‘No failure of intelligence in Marawi’

The Philippine Star
�No failure of intelligence in Marawi�

President Duterte said the government was aware that firearms were being stockpiled in Mindanao but took it for granted because of the peace talks with the Moro Islamic Liberation Front (MILF) and the Moro National Liberation Front (MNLF). AP, File

MANILA, Philippines - The crisis in Marawi City was not caused by a failure of intelligence but by connivance between local warlords and terrorists who stockpiled firearms in the city and the “soft” policy towards rebels, President Duterte said yesterday.

Duterte said the government was aware that firearms were being stockpiled in Mindanao but took it for granted because of the peace talks with the Moro Islamic Liberation Front (MILF) and the Moro National Liberation Front (MNLF). 

“We have adopted a very soft policy towards the rebels and this came about because they were bringing firearms. Since we are thinking of getting peace with the MNLF and MILF. The game there involves firearms. We took it for granted. We just allowed it to happen because we never knew until that time who was really the enemy,” Duterte told the troops in Butuan City. 

“When they see firearms and they were told that it’s for MILF or MNLF, the standing order was maybe we can talk to our brothers so there will be no trouble (but) it turned out that the Maute were bringing the firearms surreptitiously and we did not know how much ammunition and firearms were stockpiled, and besides it was not a failure of intelligence,” he added. 

Appearing in public for the first time in nearly a week, Duterte said the terrorists seem to have an “endless supply” of firearms and ammunition because of the assistance of corrupt local warlords. 

“But all the while, the Maute (was conniving with) politicians there, the warlords, and were stockpiling. That’s why they do not run out of M203 bullets,” he said, noting many soldiers were hit by that type of bullet. 

Duterte confirmed extremists from Indonesia, Syria, Malaysia, Sri Lanka and Kuwait joined the Maute terrorists in the clashes with government troops. 

He said the presence of foreign fighters from the Islamic State (IS) group among the Maute militants in Marawi has made the fighting more difficult.

“You have a conglomeration there of ISIS fighters from Syria, Indonesia, Malaysia, Sri Lankan and Arabs,” Duterte said.

“We have to use the air assets because we are up against fighters from the Middle East and they have learned the art of brutal killing – they will burn you, behead you,” he said.

Duterte expressed wonder why local officials did not report to him the presence of foreigners in their area. He stressed that the IS brought a “corrupted” form of Islam that endorses the killing of innocent persons.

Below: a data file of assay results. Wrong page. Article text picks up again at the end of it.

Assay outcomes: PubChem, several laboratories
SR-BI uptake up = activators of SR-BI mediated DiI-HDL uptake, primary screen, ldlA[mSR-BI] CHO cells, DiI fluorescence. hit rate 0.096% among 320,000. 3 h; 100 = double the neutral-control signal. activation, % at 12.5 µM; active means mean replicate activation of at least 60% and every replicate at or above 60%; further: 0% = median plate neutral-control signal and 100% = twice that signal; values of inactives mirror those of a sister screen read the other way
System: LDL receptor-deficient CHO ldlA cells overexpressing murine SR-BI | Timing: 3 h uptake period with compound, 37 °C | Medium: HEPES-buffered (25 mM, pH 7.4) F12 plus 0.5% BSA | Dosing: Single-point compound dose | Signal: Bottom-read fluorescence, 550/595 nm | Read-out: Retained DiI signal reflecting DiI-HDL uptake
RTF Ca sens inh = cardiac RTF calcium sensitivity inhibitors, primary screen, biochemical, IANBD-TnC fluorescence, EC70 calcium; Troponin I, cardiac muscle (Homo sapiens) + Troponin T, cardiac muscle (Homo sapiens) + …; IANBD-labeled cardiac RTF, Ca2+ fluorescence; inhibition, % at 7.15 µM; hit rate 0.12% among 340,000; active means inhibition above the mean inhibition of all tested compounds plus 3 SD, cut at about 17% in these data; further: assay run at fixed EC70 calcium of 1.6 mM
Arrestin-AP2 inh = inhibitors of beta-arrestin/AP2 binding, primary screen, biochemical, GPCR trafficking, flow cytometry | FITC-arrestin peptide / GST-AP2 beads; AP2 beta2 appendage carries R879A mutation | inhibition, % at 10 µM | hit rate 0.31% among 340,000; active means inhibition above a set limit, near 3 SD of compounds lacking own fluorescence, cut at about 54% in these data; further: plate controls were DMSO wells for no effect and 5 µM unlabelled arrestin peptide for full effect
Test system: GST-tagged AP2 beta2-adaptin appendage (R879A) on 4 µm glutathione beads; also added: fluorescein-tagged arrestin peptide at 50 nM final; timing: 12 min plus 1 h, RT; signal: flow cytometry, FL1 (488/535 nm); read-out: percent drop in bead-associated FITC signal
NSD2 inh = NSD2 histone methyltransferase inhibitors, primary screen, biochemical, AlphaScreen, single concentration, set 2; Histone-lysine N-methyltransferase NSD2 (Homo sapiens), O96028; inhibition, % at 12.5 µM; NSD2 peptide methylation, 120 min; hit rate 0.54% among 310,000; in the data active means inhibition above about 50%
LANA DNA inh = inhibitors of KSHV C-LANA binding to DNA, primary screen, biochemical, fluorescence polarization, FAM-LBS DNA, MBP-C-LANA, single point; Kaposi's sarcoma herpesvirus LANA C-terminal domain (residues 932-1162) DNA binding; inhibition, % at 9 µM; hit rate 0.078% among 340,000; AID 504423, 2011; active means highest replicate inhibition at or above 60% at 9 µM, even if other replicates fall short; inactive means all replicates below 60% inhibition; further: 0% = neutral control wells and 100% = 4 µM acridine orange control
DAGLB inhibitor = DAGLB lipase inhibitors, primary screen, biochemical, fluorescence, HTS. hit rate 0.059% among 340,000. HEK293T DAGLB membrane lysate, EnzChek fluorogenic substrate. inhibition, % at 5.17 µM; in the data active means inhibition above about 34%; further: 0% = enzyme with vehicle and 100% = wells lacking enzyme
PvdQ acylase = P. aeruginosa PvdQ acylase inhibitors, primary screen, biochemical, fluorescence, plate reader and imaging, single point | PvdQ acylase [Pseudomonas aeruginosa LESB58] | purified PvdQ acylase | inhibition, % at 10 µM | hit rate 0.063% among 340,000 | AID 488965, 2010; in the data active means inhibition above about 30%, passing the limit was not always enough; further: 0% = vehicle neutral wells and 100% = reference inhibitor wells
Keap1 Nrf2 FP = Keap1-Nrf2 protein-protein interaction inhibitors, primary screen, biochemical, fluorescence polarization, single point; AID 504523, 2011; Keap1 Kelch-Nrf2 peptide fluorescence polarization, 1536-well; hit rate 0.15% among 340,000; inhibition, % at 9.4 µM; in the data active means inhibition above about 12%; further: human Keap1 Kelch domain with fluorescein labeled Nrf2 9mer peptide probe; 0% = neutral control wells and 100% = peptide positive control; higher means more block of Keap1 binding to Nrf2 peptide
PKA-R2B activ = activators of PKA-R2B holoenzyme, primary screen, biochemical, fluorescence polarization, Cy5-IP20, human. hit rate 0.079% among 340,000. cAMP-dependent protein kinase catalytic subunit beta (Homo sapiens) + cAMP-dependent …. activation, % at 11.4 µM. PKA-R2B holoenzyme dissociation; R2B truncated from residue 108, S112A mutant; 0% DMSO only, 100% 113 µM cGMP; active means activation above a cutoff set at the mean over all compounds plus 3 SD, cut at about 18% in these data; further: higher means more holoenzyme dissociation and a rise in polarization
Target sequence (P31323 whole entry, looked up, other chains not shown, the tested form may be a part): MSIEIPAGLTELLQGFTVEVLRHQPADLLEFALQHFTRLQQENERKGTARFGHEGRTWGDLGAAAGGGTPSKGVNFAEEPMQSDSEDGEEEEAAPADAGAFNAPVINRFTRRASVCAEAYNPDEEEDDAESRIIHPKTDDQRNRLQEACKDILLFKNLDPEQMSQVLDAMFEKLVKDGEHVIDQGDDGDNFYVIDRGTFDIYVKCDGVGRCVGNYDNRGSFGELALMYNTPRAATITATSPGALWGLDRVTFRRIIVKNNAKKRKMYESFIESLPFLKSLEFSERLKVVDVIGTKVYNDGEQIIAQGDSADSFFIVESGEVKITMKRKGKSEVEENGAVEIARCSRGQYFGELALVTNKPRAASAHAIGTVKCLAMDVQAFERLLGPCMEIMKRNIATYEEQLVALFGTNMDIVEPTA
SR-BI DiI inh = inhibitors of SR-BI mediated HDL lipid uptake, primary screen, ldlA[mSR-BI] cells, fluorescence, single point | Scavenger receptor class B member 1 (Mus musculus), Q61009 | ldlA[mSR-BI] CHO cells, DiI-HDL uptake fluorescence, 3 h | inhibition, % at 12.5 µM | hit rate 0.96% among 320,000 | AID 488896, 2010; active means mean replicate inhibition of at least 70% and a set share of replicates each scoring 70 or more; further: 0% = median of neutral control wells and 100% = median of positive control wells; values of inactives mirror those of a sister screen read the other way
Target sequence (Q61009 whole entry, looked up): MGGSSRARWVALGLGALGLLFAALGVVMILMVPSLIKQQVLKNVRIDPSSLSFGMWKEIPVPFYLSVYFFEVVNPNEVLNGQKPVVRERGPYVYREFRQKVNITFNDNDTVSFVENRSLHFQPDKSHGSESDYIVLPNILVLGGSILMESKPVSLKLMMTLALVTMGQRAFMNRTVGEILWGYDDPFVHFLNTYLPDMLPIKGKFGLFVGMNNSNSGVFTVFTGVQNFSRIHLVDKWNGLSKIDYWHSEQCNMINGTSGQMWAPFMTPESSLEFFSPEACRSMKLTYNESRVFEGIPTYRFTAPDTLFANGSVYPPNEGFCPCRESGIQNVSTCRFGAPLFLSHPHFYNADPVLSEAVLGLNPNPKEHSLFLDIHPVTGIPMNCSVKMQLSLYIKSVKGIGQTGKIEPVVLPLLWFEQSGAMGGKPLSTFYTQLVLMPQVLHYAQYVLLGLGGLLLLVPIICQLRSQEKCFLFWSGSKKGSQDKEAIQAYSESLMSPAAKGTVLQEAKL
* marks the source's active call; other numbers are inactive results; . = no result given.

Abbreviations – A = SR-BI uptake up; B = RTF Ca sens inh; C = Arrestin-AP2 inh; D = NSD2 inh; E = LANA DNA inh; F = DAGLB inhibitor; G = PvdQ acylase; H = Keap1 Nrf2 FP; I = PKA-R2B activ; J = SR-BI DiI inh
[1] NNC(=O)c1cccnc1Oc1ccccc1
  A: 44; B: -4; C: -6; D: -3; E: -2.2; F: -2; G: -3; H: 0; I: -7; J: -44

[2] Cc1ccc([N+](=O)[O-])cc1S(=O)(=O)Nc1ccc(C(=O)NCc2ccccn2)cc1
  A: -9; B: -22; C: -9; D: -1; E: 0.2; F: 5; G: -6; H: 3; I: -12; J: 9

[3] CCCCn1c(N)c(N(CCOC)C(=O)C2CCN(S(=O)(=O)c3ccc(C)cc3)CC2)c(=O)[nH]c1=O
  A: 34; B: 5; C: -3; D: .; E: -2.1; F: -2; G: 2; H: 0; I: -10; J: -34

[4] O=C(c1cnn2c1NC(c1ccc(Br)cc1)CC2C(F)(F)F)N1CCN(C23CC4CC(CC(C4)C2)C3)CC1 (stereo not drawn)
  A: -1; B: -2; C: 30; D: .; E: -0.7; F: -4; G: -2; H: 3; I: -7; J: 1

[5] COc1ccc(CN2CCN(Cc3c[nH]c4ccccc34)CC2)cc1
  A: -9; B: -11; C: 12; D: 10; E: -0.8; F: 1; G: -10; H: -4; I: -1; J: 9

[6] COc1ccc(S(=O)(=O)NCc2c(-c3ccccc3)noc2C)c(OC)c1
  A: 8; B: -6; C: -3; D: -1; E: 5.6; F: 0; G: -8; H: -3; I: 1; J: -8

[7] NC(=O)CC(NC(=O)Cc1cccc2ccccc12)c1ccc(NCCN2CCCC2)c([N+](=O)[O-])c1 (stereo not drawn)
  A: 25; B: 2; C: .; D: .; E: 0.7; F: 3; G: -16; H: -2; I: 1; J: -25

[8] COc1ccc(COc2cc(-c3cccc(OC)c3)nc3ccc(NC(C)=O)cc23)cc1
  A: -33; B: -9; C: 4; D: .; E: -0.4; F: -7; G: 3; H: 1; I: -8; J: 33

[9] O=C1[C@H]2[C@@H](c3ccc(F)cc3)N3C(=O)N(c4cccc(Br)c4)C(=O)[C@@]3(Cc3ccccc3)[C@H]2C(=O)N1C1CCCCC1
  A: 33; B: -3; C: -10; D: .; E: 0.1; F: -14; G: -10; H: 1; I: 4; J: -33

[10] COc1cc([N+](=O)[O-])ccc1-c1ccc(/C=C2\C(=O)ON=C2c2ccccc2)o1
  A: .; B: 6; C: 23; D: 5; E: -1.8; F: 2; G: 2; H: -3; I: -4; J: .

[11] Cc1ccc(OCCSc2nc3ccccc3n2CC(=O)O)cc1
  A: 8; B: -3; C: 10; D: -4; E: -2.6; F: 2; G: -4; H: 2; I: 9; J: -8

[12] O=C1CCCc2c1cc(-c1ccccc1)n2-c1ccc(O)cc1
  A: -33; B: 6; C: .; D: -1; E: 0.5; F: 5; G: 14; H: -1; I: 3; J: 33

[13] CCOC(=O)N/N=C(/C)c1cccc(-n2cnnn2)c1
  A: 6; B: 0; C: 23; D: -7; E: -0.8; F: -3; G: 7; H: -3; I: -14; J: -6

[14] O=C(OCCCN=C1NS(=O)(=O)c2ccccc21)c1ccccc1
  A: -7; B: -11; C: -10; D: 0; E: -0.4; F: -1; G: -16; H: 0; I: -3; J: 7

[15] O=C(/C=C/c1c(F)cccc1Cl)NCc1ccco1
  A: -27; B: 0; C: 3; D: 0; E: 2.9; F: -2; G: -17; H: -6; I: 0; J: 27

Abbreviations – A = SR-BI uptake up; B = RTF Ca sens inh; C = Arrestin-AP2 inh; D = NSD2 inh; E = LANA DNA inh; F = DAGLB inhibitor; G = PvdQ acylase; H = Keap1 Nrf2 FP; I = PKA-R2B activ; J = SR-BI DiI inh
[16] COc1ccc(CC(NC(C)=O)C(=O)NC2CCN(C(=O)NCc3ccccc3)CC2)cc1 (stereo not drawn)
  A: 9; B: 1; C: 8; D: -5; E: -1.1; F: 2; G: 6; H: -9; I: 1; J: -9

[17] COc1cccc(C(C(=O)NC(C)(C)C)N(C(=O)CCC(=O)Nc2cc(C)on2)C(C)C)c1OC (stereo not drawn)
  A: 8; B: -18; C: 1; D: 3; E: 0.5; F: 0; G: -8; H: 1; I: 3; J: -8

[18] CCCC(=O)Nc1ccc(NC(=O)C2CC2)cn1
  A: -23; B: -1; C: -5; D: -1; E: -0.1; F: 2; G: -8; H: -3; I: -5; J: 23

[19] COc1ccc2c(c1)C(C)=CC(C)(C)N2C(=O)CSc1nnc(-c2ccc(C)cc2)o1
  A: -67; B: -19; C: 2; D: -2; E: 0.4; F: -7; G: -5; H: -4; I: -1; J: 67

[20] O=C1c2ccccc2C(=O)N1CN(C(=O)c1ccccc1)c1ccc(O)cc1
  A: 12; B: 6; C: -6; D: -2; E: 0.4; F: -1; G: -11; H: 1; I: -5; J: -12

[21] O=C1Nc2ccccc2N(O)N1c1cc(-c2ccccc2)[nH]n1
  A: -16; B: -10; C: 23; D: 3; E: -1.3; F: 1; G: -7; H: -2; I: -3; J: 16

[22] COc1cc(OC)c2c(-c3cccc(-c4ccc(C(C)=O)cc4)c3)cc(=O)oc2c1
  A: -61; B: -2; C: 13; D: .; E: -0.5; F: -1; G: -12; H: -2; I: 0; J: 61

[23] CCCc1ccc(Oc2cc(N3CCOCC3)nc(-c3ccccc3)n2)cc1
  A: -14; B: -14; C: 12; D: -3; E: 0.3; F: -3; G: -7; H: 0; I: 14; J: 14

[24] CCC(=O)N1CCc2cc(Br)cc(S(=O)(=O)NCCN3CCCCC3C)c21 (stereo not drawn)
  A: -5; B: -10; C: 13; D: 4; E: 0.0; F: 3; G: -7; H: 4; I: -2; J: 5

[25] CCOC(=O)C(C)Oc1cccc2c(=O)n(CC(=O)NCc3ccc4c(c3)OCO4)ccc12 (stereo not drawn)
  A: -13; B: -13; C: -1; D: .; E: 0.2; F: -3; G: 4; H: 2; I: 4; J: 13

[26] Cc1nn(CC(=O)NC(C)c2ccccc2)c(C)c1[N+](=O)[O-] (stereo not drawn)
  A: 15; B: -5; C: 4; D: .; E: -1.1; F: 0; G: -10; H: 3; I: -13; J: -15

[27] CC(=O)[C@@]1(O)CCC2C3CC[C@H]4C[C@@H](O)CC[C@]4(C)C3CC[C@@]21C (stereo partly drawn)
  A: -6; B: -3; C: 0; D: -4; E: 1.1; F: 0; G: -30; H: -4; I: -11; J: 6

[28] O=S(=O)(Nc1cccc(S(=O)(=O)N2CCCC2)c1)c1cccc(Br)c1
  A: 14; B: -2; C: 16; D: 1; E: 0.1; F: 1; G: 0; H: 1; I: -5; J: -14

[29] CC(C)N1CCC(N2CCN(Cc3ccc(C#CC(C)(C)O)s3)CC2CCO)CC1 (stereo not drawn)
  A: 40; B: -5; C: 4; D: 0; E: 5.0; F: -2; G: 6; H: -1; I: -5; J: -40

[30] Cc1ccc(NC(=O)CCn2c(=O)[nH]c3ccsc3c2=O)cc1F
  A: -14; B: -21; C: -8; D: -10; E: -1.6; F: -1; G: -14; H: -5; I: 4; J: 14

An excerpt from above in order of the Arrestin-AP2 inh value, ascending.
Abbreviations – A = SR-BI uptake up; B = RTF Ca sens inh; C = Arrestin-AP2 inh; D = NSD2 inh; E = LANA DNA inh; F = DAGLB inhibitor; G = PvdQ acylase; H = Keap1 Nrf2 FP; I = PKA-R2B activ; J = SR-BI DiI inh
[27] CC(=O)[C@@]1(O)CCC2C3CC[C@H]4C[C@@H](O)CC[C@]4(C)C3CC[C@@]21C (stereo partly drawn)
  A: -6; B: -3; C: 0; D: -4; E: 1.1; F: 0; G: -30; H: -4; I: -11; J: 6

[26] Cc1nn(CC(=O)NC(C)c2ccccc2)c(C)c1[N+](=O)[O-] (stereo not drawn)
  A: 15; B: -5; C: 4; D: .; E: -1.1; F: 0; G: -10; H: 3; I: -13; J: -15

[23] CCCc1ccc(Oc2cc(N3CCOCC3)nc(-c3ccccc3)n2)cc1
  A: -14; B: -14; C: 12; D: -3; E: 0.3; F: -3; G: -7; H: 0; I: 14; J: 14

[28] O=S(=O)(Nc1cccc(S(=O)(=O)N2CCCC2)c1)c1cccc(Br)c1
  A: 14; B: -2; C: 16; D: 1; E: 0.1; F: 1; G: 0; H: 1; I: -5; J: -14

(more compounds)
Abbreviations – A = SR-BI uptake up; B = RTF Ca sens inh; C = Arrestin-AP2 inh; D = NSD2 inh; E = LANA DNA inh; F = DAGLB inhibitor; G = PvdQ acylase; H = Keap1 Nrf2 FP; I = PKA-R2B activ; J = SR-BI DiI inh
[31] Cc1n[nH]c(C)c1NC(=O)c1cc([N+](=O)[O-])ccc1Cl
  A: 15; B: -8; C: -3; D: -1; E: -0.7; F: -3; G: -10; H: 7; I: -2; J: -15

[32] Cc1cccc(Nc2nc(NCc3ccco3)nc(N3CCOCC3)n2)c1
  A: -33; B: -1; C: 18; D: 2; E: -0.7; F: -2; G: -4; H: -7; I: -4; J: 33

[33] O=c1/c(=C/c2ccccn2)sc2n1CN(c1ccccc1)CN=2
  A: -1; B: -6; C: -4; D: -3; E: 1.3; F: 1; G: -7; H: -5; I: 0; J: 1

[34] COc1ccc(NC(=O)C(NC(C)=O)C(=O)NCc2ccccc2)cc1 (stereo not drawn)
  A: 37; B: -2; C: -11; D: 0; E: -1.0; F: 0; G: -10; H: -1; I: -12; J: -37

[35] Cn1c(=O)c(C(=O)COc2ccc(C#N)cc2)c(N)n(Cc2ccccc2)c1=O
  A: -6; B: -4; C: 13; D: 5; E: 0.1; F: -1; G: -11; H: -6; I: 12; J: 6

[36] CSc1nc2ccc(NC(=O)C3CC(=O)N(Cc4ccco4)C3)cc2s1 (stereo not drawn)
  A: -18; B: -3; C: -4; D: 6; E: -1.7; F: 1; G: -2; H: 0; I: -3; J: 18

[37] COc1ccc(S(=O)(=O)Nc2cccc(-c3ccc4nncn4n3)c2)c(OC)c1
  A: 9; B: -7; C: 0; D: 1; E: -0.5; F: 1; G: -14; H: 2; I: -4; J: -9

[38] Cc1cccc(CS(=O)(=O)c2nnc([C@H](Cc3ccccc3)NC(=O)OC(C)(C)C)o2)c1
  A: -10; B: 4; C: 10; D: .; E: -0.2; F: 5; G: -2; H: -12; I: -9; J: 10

“The fighting is going on. It is winding up but at the cost of the soldier also. That is the danger posed by the Maute and ISIS. Be watchful of that,” he said.

Duterte said the war against Islamist militants is proving to be difficult.

“It’s hard to fight with people who want to die,” he said, referring to the Islamic extremists’ belief that they would go to paradise if they die fighting infidels or non-Muslims. 

The President has ordered the military to nip extremism in the bud and to use air assets to flush out the militants from the city.

Center of gravity

 Government troops yesterday pounded the Maute militants holding parts of southern Marawi City with air strikes and artillery as more soldiers were deployed and the death toll exceeded 300 after nearly a month of fighting.

Fires erupted and dark plumes of smoke rose from enclaves still occupied by the militants as the Air Force staged bombing runs to support ground troops struggling to dislodge the fighters from entrenched positions.

MG520 attack helicopters and FA50 fighter jets were used in the raids, while sustained bursts of automatic gunfire could be heard in the distance, indicating the intensity of the fighting.

The Armed Forces of the Philippines (AFP) yesterday deployed 400 fresh troops to Marawi to help the already exhausted soldiers there.

The overall death toll rose to 329, with 310 – 225 militants, 59 soldiers and 26 civilians – killed in the conflict, according to government figures.

The 19 others deaths came from those displaced by the fighting, Autonomous Region in Muslim Mindanao (ARMM) Gov. Mujiv Hataman said.

Hataman said the deaths among the evacuees were caused by severe dehydration from diarrhea.

More than 309,000 people have been displaced in Marawi and nearby areas, the government said. Many have fled to the homes of friends and relatives and others are in evacuation centers.

“Our forces are moving towards the heart of the enemy,” regional military spokesman Lt. Col. Jo-Ar Herrera said, referring to the heavy fighting under urban conditions.

“It’s the center of gravity. This is where the location of their command and control, the leadership of the enemy,” he said. – Alexis Romero, Edith Regalado, Jaime Laude, Gerry Lee-Gorit, Roel Pareño, AFP

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